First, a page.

I have a few programs that exhibit a strange behavior: the number of Gen0 and Gen1 collection is almost the same throughout their life time. That is Gen0:Gen1:Gen2 has the approximate ratio of 10:10:1. Other programs run with Gen0:Gen1:Gen 2 in the approximate ratio of 100:10:1 which from what I understand is more typical.
When I use .NET Memory Profiler to trigger an Gen0 collection, I see in the real time graph that a Gen1 collection is also triggered.
What could cause such behavior? Has anyone else encountered this and figured out what caused it? Could it be related to the way I use TCP and UDP sockets, file streams or locks? How can I diagnose this using .NET Memory Profiler (4.6)?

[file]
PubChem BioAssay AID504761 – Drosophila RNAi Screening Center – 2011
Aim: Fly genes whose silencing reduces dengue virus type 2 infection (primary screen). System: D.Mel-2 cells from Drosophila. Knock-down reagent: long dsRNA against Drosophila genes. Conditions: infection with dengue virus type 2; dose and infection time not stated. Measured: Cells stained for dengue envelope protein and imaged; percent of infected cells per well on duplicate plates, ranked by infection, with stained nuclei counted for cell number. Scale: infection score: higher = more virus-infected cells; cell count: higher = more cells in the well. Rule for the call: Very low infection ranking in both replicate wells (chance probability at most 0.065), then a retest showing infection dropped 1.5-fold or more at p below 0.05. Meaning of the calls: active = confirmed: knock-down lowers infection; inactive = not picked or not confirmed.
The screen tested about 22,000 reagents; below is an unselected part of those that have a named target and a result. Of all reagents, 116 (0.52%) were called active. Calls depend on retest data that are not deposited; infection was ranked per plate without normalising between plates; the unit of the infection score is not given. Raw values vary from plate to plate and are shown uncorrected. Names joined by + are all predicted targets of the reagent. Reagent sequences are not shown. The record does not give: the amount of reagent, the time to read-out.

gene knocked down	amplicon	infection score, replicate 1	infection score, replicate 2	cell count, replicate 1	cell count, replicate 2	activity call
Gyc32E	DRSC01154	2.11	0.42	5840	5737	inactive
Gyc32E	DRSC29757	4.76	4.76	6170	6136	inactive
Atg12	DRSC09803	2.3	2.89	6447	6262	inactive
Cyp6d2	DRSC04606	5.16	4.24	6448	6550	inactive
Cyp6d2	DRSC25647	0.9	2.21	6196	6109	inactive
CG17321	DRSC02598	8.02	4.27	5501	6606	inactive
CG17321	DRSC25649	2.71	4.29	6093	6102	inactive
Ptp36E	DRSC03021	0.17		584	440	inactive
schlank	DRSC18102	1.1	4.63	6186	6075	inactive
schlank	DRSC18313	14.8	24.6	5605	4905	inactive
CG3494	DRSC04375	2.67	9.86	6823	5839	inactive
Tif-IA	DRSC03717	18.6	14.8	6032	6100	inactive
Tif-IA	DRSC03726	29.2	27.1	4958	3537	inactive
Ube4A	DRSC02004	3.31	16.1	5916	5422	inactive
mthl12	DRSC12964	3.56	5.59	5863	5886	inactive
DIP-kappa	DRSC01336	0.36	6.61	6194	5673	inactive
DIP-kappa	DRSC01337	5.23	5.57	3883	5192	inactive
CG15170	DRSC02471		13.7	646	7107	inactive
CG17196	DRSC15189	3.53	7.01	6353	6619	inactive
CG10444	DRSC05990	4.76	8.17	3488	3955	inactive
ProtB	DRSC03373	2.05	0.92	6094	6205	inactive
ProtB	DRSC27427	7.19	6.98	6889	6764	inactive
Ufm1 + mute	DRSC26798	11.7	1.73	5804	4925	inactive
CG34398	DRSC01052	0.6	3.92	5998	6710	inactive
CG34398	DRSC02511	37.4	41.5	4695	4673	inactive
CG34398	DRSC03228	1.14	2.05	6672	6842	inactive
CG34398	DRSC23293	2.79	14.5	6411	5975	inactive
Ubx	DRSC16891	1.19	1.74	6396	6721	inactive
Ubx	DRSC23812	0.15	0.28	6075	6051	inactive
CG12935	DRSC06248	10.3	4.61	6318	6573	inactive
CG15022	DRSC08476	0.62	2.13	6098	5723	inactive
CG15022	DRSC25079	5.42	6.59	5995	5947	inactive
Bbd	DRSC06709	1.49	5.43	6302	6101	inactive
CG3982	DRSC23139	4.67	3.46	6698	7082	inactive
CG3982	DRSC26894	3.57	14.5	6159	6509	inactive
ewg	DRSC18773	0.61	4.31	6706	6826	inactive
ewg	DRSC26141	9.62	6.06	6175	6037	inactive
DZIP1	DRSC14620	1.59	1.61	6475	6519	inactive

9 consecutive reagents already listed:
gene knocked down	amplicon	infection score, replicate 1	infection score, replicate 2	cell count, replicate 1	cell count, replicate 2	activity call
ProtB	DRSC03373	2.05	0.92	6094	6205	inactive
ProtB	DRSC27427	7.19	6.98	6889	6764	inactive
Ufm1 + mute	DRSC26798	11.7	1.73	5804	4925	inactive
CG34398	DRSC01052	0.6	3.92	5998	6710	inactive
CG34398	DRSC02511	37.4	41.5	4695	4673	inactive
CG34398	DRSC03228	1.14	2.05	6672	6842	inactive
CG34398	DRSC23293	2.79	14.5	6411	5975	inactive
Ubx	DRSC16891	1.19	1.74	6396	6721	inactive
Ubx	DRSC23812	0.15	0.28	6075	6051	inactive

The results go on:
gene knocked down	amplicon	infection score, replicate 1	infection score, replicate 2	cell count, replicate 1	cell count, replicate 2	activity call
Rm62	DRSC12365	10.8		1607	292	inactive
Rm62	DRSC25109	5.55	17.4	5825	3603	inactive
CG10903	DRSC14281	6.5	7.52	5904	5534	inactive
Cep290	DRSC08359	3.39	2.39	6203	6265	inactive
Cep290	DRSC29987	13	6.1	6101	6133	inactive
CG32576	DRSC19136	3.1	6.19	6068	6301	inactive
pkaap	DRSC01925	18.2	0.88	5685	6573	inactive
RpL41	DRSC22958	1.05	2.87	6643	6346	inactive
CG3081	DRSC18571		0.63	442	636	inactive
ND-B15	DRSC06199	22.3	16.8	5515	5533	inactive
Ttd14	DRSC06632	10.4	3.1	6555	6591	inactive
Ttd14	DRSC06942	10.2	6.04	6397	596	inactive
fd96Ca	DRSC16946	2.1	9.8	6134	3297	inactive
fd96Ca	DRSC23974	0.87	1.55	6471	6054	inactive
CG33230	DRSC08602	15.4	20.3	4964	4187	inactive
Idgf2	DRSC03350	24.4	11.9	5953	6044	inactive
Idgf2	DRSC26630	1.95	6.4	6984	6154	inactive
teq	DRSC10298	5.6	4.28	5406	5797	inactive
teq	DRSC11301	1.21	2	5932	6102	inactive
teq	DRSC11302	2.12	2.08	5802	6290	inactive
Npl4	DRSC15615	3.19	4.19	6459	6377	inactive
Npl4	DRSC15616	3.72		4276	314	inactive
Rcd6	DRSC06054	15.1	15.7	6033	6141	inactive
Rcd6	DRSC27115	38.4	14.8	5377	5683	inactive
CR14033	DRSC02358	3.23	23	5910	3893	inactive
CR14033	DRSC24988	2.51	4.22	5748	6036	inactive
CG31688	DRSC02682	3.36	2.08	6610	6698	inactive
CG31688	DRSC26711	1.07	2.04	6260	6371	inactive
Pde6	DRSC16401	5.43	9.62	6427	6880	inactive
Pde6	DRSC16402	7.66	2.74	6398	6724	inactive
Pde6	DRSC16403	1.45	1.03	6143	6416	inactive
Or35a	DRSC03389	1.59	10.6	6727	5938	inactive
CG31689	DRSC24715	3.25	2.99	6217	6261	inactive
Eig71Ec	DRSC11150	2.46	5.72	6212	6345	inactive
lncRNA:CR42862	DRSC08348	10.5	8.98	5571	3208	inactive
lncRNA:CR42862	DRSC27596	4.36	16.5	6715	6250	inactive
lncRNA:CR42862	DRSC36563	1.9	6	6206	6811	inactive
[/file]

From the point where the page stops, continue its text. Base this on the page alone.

The ratio between the collection generations can differ substantially depending on the allocation pattern and the life-time of the allocated instances. However, having the same amount of gen #0 and gen #1 collections seems a little unusual.
I assume that this could happen if you mainly allocate instances that need to be finalized. If the runtime performs a gen #0 collection when only finalizable instances have been created, then all instances will be queued for finalization and nothing gets collected. So the runtime has to perform a gen #1 collect to actually collect any instances. At the time of the gen #1 collection, the instances that were queued for finalization have most likely been finalized and can now be collected.
If you wish to see whether there a lot of instances being finalized, you can add the "Finalized instances" band to the types list (using the command View->Layout->Column chooser).
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